The work of making dictionaries describes impossibility because it is a daunting task to be carried out specifically by those from cultures which do not have the advantage of established and extensive documented history of literacy and lexical recording of their languages.
The task of compiling a document of indigenous lexicon for the use of the indigenous communities or for basic documentation so outsiders can learn about an indigenous community’s language is no mean feat. Yet for two strongly motivated individuals, that is what they have done on their own with minimal assistance. Their efforts to document and preserve their indigenous languages into ethnic dictionaries were shared in the second Brown Bag Seminar for Languages and Linguistics recently at Bilik Mesyuarat Utama, PPIB. The speakers, Datuk Cosmas Abah and Mr. Ricky Ganang, indeed provided powerful motivation for the younger generation interested in ethnic dictionaries documentation.
With the theme “Challenges and the Future of Ethnic Dictionaries in Sabah’, both speakers spoke on their individual journeys of developing their respective ethnic dictionaries which started as far back as 30 years ago. The audience were privileged to listen to first-hand information in the making of ethnic dictionary.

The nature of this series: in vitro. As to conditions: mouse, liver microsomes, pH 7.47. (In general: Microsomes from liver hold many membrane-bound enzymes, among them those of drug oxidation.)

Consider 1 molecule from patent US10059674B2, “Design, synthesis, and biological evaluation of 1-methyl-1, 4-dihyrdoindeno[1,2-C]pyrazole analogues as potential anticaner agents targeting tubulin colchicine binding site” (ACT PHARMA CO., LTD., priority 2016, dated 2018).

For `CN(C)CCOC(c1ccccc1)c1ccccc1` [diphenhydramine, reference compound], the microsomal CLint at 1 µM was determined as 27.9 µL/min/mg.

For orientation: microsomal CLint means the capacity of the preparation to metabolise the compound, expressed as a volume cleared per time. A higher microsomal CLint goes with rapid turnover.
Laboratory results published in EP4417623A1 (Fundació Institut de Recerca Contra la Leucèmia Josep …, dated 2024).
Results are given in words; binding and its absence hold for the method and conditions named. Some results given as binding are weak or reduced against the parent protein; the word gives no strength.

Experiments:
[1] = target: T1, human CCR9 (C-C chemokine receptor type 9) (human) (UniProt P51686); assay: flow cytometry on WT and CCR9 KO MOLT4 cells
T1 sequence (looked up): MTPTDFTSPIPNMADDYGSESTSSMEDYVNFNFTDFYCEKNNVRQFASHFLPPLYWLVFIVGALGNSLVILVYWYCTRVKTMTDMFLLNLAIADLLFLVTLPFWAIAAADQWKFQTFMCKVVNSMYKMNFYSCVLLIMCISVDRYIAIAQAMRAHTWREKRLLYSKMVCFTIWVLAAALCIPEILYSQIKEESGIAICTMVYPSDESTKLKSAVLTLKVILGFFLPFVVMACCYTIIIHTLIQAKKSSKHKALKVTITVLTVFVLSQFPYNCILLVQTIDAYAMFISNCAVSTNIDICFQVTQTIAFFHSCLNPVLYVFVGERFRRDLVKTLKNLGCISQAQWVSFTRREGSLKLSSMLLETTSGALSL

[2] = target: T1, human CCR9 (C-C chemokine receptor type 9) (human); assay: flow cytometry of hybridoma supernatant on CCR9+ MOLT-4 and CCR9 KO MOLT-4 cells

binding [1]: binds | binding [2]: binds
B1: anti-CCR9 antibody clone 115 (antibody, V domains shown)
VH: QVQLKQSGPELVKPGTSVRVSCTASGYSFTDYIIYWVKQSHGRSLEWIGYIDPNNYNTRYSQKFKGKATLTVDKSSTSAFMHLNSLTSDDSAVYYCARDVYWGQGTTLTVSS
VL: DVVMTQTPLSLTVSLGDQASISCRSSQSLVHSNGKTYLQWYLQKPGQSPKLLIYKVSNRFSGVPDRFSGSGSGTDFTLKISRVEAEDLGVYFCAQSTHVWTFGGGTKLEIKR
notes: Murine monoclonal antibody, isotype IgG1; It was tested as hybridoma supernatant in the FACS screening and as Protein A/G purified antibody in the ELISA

In his paper titled ‘Challenges of making the Dusunic dictionary and the future of unwritten languages’, Datuk Cosmas outlined the difficult challenges he faced in making the Kadazan Dictionary (in Tangaa Papar) which was published in 2016. The dictionary has 334 pages and contains four sections (Kadazan root words register, botanical terms, zoological terms, and English-Kadazan-Malay dictionary). It is a personal satisfaction to overcome the challenges given that Datuk Cosmas is an engineer by training and he had to learn linguistics on his own at the beginning of his venture.
The second speaker, Mr. Ricky Ganang, recalled how he started his Lundayeh – English dictionary before the age of computers and word processors. With basic pen and paper notetaking methods to the more systematically prepared present volume, the Lundayeh – English dictionary is a work of passion and love for his language which he feels is his contribution to his indigenous community. In summary, despite the challenges which are present in making dictionaries for indigenous language, the future is a positive one.
The speakers gave their talks to a full house with representatives from local partners such as SIL Sabah, the Kadazandusun Cultural Association, Sabah State Library, IPG Kent, Sabah Cultural Board, as well as students and academic staff from UMS.
The Brown Bag Seminar Series features local and international speakers sharing and highlighting their research in the fields of languages and linguistics - two very rich sources of research data on Sabah's indigenous communities.